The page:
News & Opinions
The latest news and insights from Hanley Wood’s outspoken experts and key thought-leaders throughout the residential and commercial design and construction industry.
Bill Palmer / Commercial Construction / March 1, 2015
Do you view wood construction as a competitor to concrete? While we’re not likely to see too much wood pavement, in the mid-rise buildings market, the wood industry is taking a very aggressive approach that could take some of concrete’s market share. New organizations (such as rethink Wood andWoodWorks) are attempting to expanding their market share through building code changes, education, and very focused marketing campaigns. And they are redefining for architects where wood is an appropriate building material. For example, have you ever heard of cross-laminated timber (CLT)?Read More
In a recent post to his GatesNotes blog, former Microsoft Co-Founder Bill Gates wrote about the future of global consumption and a theory called, “relative dematerialization.” This theory suggests that, as innovation lets us make a given product more efficiently, with fewer materials or energy, prices go down and consumption goes up. Someone figures out how to make cell phones with less metal, which makes them cheaper, which makes them more widespread. Less metal per phone, but more phones, so more metal overall.
Consider that, in our industry, steel and concrete are much cheaper to produceRead More
Bill Gates / The Gates Notes / June 2014
The car I drive to work is made of around 2,600 pounds of steel, 800 pounds of plastic, and 400 pounds of light metal alloys. The trip from my house to the office is roughly four miles long, all surface streets, which means I travel over some 15,000 tons of concrete each morning.
Once I’m at the office, I usually open a can of Diet Coke. Over the course of the day I might drink three or four. All those cans also add up to something like 35 pounds of aluminum a year.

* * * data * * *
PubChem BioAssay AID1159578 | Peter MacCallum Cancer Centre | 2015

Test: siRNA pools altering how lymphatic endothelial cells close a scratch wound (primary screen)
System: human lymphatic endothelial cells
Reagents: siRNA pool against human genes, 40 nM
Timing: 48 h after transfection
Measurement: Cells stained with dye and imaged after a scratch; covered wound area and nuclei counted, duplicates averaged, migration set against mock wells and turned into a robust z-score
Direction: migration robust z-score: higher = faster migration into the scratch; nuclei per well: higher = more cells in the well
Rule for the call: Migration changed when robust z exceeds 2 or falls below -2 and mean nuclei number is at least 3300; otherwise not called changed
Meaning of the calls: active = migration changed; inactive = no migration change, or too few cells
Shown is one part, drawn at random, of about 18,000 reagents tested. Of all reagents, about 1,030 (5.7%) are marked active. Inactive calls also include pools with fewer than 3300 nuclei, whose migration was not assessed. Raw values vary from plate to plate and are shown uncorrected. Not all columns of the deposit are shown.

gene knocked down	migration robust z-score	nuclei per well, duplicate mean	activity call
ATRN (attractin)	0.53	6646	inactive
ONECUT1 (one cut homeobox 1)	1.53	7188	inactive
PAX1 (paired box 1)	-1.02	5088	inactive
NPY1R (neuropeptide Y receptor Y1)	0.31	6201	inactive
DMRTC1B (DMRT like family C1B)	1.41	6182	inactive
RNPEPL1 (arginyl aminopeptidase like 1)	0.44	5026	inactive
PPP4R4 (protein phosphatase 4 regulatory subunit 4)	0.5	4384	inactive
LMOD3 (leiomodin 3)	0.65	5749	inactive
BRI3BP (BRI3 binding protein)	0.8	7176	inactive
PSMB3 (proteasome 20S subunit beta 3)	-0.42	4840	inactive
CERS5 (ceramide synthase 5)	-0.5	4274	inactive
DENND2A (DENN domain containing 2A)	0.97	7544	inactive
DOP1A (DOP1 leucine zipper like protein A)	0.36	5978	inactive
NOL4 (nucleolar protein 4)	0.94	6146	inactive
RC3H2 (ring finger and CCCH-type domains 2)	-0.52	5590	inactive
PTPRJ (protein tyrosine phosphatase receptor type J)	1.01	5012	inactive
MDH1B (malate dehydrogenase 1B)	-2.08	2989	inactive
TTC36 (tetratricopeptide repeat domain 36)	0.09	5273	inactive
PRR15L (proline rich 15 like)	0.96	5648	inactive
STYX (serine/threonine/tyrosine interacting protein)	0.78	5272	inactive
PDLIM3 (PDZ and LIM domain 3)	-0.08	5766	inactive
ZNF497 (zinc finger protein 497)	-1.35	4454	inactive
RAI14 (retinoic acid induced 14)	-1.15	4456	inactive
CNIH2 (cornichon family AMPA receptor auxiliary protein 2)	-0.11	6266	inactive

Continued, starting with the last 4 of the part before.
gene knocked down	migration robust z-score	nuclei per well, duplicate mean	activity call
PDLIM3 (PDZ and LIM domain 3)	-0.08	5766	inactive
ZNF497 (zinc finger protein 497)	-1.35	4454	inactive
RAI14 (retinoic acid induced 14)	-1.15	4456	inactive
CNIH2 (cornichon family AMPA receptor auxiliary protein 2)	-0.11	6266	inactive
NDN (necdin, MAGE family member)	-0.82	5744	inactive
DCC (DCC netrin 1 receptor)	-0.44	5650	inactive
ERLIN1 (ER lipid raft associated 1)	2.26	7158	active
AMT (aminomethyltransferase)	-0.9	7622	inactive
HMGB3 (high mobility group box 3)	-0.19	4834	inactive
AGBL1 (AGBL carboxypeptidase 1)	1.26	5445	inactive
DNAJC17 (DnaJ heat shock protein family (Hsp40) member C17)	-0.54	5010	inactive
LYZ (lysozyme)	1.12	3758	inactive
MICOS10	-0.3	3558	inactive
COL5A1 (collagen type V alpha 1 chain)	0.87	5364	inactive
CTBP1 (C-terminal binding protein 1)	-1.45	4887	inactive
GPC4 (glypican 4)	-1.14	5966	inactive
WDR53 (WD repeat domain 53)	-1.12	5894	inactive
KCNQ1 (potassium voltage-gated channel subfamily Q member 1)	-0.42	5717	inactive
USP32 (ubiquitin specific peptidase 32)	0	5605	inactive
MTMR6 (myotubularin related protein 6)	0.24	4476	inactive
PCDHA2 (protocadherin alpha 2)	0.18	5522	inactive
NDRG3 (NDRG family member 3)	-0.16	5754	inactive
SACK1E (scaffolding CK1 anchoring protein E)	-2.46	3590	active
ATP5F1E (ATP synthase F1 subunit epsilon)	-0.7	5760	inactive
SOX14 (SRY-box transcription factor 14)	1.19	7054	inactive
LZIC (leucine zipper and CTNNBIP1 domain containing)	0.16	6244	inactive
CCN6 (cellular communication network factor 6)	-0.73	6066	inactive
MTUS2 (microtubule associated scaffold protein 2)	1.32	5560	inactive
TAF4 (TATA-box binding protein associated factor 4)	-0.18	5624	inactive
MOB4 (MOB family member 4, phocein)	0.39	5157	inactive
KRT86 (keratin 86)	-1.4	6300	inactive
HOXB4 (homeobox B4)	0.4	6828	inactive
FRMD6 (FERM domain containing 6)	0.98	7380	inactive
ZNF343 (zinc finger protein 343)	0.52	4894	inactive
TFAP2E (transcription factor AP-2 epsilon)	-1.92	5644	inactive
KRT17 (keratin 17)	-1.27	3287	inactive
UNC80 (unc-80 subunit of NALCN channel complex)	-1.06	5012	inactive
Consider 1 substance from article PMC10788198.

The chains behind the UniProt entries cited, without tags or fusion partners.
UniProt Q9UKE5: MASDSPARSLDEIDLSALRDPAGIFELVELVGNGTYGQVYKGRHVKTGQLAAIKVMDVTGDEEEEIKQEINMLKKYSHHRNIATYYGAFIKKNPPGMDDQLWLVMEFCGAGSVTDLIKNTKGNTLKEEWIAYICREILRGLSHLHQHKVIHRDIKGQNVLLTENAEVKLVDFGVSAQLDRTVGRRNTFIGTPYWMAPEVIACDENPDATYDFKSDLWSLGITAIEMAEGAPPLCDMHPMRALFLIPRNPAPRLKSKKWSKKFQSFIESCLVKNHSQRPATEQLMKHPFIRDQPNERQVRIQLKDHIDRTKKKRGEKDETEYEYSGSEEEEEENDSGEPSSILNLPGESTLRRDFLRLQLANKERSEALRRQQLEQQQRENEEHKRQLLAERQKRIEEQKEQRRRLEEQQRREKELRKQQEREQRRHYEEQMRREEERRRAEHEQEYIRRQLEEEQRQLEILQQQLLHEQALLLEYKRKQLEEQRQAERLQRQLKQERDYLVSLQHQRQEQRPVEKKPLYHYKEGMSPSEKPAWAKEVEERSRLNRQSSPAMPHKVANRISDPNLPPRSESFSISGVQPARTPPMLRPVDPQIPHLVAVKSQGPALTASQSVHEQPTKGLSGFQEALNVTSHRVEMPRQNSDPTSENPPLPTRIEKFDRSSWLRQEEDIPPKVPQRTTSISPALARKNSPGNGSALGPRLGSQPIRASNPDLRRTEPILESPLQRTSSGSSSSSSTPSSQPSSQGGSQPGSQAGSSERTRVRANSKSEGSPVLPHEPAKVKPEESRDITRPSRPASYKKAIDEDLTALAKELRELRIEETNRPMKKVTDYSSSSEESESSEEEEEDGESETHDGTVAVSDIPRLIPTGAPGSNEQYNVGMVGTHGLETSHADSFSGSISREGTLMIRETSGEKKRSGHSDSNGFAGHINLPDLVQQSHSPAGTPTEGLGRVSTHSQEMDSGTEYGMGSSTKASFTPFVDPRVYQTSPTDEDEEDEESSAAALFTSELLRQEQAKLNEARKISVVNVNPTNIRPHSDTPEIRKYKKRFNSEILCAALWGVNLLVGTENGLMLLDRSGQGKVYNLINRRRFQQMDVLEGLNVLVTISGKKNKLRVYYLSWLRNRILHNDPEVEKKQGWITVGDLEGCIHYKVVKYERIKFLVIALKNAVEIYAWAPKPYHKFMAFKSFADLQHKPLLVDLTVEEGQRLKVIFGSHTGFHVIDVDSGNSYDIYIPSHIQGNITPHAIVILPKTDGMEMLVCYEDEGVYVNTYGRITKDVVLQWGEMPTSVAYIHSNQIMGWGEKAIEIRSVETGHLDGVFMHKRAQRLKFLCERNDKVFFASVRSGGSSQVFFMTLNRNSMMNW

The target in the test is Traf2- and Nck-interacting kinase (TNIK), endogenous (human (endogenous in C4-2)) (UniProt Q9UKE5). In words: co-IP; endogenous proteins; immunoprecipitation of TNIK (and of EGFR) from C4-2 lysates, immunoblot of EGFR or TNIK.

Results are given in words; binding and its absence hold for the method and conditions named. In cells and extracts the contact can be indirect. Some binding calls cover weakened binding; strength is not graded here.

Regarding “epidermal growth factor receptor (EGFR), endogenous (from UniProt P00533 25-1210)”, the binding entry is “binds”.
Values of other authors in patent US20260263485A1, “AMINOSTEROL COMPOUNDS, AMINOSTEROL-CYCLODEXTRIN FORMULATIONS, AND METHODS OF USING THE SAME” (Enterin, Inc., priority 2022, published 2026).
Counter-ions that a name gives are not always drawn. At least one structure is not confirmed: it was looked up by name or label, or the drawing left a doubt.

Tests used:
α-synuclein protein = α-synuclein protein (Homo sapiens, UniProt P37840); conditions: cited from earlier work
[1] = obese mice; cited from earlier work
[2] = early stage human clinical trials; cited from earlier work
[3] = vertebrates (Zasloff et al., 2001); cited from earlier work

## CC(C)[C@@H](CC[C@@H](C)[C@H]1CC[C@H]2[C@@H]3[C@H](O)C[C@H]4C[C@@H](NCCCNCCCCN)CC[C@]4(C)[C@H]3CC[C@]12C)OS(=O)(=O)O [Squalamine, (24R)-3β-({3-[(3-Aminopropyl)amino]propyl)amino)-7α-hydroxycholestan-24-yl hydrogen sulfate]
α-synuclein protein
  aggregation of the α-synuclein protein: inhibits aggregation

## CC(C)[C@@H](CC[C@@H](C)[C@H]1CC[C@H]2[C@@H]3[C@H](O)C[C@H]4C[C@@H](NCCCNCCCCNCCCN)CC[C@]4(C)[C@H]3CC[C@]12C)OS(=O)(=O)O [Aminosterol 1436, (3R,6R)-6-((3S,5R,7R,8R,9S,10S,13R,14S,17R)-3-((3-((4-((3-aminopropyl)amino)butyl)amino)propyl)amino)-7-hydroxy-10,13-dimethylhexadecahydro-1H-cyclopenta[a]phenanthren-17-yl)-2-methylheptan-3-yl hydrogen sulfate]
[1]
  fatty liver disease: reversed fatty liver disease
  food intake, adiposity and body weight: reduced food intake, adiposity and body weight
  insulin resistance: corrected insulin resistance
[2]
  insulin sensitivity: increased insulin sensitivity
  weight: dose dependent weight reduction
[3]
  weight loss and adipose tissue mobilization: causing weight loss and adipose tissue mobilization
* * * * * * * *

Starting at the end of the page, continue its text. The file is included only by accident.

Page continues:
I got to thinking about all this after reading Making the Modern World: Materials and Dematerialization, by my favorite author, the historianRead More
An unusually wet spring and early summer dampened cement consumption for the first quarter of 2013, but did not put a wet blanket on the opportunity for strong growth in the construction sector in 2014 and beyond.
According to the latest forecast from the Portland Cement Association (PCA), cement consumption will increase a modest four percent in 2013, but will approach double-digit growth in 2014 and 2015, with 9.7 percent consumption increases in both years.
“Nearly two-thirds of the anticipated growth in 2013 cement consumption will be caused by gains in the residential constructionRead More
Emelia Fredlick / THE CONCRETE PRODUCER / September 20, 2013
Things are looking up for the top public concrete producers in North America; 2012 revenue reports indicate they are gradually earning back business lost during the recession. Producers are ranked by North American revenue and number of employees (in North America only); we also highlight growth, acquisitions, divestments, and other performance factors.
Global HQ: Dublin, Ireland
2012 Revenue: $12.3 billion*
Change from 2011: 15%
In 2012, the North American operations of CRH, plc acquired 11 ready-mix plants, seven paver plants (three in Ontario,Read More